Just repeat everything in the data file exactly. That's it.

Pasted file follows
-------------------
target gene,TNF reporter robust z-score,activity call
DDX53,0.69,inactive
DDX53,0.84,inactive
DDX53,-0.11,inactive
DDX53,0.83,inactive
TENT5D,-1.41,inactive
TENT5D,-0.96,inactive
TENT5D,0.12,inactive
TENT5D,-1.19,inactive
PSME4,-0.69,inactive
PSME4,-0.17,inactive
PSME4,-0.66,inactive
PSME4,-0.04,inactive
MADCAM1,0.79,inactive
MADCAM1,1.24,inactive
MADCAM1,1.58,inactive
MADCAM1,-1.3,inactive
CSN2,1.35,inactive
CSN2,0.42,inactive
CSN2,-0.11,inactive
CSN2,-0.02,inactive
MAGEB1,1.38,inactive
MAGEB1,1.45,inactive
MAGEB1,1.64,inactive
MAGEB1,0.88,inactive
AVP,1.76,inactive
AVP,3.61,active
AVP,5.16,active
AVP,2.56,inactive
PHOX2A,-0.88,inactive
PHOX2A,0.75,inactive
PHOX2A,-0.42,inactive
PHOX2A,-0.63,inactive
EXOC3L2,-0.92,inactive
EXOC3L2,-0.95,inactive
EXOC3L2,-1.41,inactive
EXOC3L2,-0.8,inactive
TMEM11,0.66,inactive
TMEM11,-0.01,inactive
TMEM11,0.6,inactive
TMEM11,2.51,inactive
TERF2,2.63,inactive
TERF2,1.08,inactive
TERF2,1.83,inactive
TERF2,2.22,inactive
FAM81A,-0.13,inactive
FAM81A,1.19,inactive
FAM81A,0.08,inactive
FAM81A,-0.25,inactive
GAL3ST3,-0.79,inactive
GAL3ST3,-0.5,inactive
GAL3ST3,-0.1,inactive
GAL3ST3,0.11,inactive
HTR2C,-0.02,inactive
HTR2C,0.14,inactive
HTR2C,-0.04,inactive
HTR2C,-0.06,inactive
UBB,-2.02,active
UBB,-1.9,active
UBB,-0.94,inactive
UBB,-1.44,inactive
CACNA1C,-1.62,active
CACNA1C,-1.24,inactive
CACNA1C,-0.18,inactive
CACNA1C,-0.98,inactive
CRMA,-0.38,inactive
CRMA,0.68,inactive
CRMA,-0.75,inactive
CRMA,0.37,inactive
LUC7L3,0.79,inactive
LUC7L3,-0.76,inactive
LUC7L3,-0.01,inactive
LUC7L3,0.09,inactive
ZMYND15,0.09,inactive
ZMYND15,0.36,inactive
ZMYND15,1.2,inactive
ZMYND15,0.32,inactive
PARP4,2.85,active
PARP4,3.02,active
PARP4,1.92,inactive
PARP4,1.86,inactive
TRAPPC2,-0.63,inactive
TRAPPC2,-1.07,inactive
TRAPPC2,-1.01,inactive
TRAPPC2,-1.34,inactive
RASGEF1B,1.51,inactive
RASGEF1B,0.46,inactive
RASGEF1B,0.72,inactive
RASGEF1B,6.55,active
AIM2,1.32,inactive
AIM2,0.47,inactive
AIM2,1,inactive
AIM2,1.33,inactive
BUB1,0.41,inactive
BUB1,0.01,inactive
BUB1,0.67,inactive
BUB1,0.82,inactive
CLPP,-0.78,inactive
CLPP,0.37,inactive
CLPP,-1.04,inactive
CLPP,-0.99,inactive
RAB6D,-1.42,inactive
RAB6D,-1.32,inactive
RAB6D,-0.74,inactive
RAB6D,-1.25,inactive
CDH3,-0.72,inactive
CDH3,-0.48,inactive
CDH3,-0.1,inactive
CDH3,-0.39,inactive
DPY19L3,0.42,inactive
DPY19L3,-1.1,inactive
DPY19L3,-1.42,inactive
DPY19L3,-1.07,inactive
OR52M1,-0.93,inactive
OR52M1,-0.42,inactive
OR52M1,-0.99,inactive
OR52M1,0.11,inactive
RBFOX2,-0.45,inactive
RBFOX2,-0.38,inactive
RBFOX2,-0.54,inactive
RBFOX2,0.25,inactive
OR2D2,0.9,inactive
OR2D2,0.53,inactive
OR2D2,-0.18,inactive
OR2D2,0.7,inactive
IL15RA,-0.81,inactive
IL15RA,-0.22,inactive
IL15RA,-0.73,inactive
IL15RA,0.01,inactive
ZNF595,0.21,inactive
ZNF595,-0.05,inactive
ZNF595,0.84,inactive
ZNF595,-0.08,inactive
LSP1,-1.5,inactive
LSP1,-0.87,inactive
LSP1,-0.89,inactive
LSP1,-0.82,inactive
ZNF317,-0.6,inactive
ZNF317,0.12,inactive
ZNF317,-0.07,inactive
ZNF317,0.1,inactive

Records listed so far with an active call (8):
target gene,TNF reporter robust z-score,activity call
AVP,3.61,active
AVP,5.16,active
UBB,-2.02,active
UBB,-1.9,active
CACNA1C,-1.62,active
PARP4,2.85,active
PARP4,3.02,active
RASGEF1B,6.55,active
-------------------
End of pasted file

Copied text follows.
target gene,TNF reporter robust z-score,activity call
DDX53,0.69,inactive
DDX53,0.84,inactive
DDX53,-0.11,inactive
DDX53,0.83,inactive
TENT5D,-1.41,inactive
TENT5D,-0.96,inactive
TENT5D,0.12,inactive
TENT5D,-1.19,inactive
PSME4,-0.69,inactive
PSME4,-0.17,inactive
PSME4,-0.66,inactive
PSME4,-0.04,inactive
MADCAM1,0.79,inactive
MADCAM1,1.24,inactive
MADCAM1,1.58,inactive
MADCAM1,-1.3,inactive
CSN2,1.35,inactive
CSN2,0.42,inactive
CSN2,-0.11,inactive
CSN2,-0.02,inactive
MAGEB1,1.38,inactive
MAGEB1,1.45,inactive
MAGEB1,1.64,inactive
MAGEB1,0.88,inactive
AVP,1.76,inactive
AVP,3.61,active
AVP,5.16,active
AVP,2.56,inactive
PHOX2A,-0.88,inactive
PHOX2A,0.75,inactive
PHOX2A,-0.42,inactive
PHOX2A,-0.63,inactive
EXOC3L2,-0.92,inactive
EXOC3L2,-0.95,inactive
EXOC3L2,-1.41,inactive
EXOC3L2,-0.8,inactive
TMEM11,0.66,inactive
TMEM11,-0.01,inactive
TMEM11,0.6,inactive
TMEM11,2.51,inactive
TERF2,2.63,inactive
TERF2,1.08,inactive
TERF2,1.83,inactive
TERF2,2.22,inactive
FAM81A,-0.13,inactive
FAM81A,1.19,inactive
FAM81A,0.08,inactive
FAM81A,-0.25,inactive
GAL3ST3,-0.79,inactive
GAL3ST3,-0.5,inactive
GAL3ST3,-0.1,inactive
GAL3ST3,0.11,inactive
HTR2C,-0.02,inactive
HTR2C,0.14,inactive
HTR2C,-0.04,inactive
HTR2C,-0.06,inactive
UBB,-2.02,active
UBB,-1.9,active
UBB,-0.94,inactive
UBB,-1.44,inactive
CACNA1C,-1.62,active
CACNA1C,-1.24,inactive
CACNA1C,-0.18,inactive
CACNA1C,-0.98,inactive
CRMA,-0.38,inactive
CRMA,0.68,inactive
CRMA,-0.75,inactive
CRMA,0.37,inactive
LUC7L3,0.79,inactive
LUC7L3,-0.76,inactive
LUC7L3,-0.01,inactive
LUC7L3,0.09,inactive
ZMYND15,0.09,inactive
ZMYND15,0.36,inactive
ZMYND15,1.2,inactive
ZMYND15,0.32,inactive
PARP4,2.85,active
PARP4,3.02,active
PARP4,1.92,inactive
PARP4,1.86,inactive
TRAPPC2,-0.63,inactive
TRAPPC2,-1.07,inactive
TRAPPC2,-1.01,inactive
TRAPPC2,-1.34,inactive
RASGEF1B,1.51,inactive
RASGEF1B,0.46,inactive
RASGEF1B,0.72,inactive
RASGEF1B,6.55,active
AIM2,1.32,inactive
AIM2,0.47,inactive
AIM2,1,inactive
AIM2,1.33,inactive
BUB1,0.41,inactive
BUB1,0.01,inactive
BUB1,0.67,inactive
BUB1,0.82,inactive
CLPP,-0.78,inactive
CLPP,0.37,inactive
CLPP,-1.04,inactive
CLPP,-0.99,inactive
RAB6D,-1.42,inactive
RAB6D,-1.32,inactive
RAB6D,-0.74,inactive
RAB6D,-1.25,inactive
CDH3,-0.72,inactive
CDH3,-0.48,inactive
CDH3,-0.1,inactive
CDH3,-0.39,inactive
DPY19L3,0.42,inactive
DPY19L3,-1.1,inactive
DPY19L3,-1.42,inactive
DPY19L3,-1.07,inactive
OR52M1,-0.93,inactive
OR52M1,-0.42,inactive
OR52M1,-0.99,inactive
OR52M1,0.11,inactive
RBFOX2,-0.45,inactive
RBFOX2,-0.38,inactive
RBFOX2,-0.54,inactive
RBFOX2,0.25,inactive
OR2D2,0.9,inactive
OR2D2,0.53,inactive
OR2D2,-0.18,inactive
OR2D2,0.7,inactive
IL15RA,-0.81,inactive
IL15RA,-0.22,inactive
IL15RA,-0.73,inactive
IL15RA,0.01,inactive
ZNF595,0.21,inactive
ZNF595,-0.05,inactive
ZNF595,0.84,inactive
ZNF595,-0.08,inactive
LSP1,-1.5,inactive
LSP1,-0.87,inactive
LSP1,-0.89,inactive
LSP1,-0.82,inactive
ZNF317,-0.6,inactive
ZNF317,0.12,inactive
ZNF317,-0.07,inactive
ZNF317,0.1,inactive

Records listed so far with an active call (8):
target gene,TNF reporter robust z-score,activity call
AVP,3.61,active
AVP,5.16,active
UBB,-2.02,active
UBB,-1.9,active
CACNA1C,-1.62,active
PARP4,2.85,active
PARP4,3.02,active
RASGEF1B,6.55,active